Because the plaintiffs alleged a Sherman Act Section One claim for which damages are not available, two of the factors—risk of duplicative recovery and complexity in apportioning damages—did not apply. DuPont, No. 13-cv-01180-BLF, at *8.  Thus, the court considered whether the facts pleaded by the plaintiffs demonstrated: (1) that they were participants in the relevant market; (2) that they suffered a sufficiently direct injury and (3) that the harm alleged was not speculative.  Id. at *11-14.

First, the court found that the plaintiffs did not plead they were participants in the relevant market.  The plaintiffs’ complaint listed a broad array of products containing the price-fixed component.  Id. at *11-13.  Although courts have applied different tests—such as whether the market for the price-fixed component and the finished product were inextricably linked or whether the plaintiffs alleged they were participants in the same market as the price-fixed component—to analyze this factor in different price-fixing litigations, the DuPont plaintiffs failed to meet any of these tests because they listed such a broad array of products.  Id.

The court also emphasized that two recent price-fixing cases analyzing antitrust standing focused on the fact that the price-fixed component could be physically traced through the supply chain because they were “identifiable, discrete components that did not become indistinguishable parts” of the finished product.  Id.  In contrast, the price-fixed component in DuPont was a chemical ingredient.  The chemical became an indistinguishable part of the finished product.  Id.  The plaintiffs alleged that they were able to physically trace the price-fixed component through the distribution chain.  Id.  In contrast, in past decisions, courts have found the mere allegation of traceability to be sufficient.  Id.  However, the DuPont court stated this allegation [...]

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Judge Ends Indirect Purchaser Plaintiffs’ Case in Refrigerant Compressors

Last week, on April 8, 2014, the District Court for the Eastern District of Michigan dismissed the remaining claims of indirect purchaser plaintiffs (IPPs) in the ongoing Refrigerant Compressors litigation.  In re: Refrigerant Compressors, Case No. 2:09-md-02042 (E.D. Mich. April 8, 2014).  Almost exactly one year ago, the court dismissed most of the IPPs’ claims, mainly on the basis that the IPPs lacked antitrust standing to bring them.  In re: Refrigerant Compressors, Case No. 2:09-md-02042, Doc. 343  (E.D. Mich. April 9, 2013).  As a result of that decision, the IPPs’ case was limited to claims based on only two state statutes seeking damages against manufacturers of fractional compressors used in refrigeration devices, based on sales that occurred in only those two states.  The court’s decision dismissing the last two state claims was brief and resulted from a stipulation among the IPPs and those particular manufacturers to dismiss the claims.  The parties have not filed their agreement with the court, and it is not publicly available.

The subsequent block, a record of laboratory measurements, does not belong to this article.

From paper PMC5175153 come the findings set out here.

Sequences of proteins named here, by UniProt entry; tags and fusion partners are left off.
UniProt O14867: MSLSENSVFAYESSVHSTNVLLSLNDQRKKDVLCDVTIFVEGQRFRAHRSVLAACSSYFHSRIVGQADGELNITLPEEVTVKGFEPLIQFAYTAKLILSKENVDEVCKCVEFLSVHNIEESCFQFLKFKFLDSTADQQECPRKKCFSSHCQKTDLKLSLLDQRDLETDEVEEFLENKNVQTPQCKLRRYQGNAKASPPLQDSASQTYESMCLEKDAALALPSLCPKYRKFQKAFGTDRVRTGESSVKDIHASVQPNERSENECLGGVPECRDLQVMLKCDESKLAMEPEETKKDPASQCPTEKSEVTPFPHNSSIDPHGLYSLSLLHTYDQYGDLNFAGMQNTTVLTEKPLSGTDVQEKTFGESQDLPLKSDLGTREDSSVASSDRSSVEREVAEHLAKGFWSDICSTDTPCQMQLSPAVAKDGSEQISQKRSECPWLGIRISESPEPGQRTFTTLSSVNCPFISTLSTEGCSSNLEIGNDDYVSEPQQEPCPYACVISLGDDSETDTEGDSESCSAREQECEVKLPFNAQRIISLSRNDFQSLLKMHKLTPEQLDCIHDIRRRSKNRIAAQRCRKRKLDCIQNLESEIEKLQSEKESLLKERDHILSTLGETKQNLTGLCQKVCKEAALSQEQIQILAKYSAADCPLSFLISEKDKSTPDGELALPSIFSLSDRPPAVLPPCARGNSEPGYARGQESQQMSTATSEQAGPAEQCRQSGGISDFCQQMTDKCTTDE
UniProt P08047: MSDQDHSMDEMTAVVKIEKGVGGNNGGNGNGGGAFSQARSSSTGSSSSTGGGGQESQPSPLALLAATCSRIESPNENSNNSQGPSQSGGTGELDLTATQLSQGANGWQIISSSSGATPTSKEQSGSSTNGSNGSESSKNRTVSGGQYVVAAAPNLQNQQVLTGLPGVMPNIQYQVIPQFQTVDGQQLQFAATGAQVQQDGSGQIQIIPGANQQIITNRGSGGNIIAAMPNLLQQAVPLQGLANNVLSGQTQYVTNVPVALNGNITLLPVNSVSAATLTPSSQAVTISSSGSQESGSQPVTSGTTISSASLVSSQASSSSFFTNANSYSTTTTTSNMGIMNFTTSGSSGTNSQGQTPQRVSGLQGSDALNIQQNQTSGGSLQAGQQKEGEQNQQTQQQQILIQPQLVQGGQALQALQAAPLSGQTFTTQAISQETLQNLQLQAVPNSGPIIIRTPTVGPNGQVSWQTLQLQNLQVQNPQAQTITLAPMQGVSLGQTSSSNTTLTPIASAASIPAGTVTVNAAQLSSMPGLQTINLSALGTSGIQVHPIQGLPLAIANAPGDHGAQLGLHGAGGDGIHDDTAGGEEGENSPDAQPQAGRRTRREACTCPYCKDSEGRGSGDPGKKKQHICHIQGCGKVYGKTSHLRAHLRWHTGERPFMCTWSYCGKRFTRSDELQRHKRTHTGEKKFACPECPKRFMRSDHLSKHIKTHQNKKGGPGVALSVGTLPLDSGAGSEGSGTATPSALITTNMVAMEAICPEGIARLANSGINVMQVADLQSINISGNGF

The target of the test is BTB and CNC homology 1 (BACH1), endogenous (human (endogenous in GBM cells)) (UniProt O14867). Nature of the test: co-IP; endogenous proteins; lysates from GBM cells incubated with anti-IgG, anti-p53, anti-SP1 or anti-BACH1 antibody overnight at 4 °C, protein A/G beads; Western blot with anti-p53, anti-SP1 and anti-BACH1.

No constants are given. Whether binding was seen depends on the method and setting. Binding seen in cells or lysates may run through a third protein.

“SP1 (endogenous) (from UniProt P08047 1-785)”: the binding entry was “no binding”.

Significantly, the court dismissed the IPPs’ claims with prejudice, eliminating these IPPs’ ability to refile their claims.  This order now ends the indirect purchaser litigation with respect to these IPPs in the refrigerant compressors litigation five years after the IPPs filed their initial complaint, but before the parties reached discovery.  It is unclear whether this agreement will bar any future claims by other potential indirect purchasers.  Typically, when a class plaintiff settles a litigation prior to the actual certification of a class, the parties seek to certify a settlement class.  By certifying a settlement class, the settlement becomes binding on all of the absent class members who do not opt out.  Accordingly, a settlement with a class of plaintiffs will bar any future litigation by members of that same class.  Here, there is no certification of a settlement class.  Therefore, it is possible that other indirect purchasers may be able to bring claims against these defendants in the future.

The court also ordered each party to bear its own costs and legal fees.  The court explicitly noted no one should consider its order and stipulation as an admission of liability against any defendant.  Such an order and stipulation likely means that the parties agreed to a settlement.  It is unclear whether the settlement involves some small payment to the IPPs or whether there was no payment, which is possible if the parties felt that the costs to all parties of litigating the case vastly exceeded the plaintiffs’ potential damages.

This settlement shows that if a defendant can eliminate a significant number of indirect purchasers’ state claims, the indirect purchaser plaintiffs may be more likely to settle prior to engaging in expensive discovery.  However, defendants should still consider moving the court to certify a settlement class in order to bar any future claims from all indirect purchasers.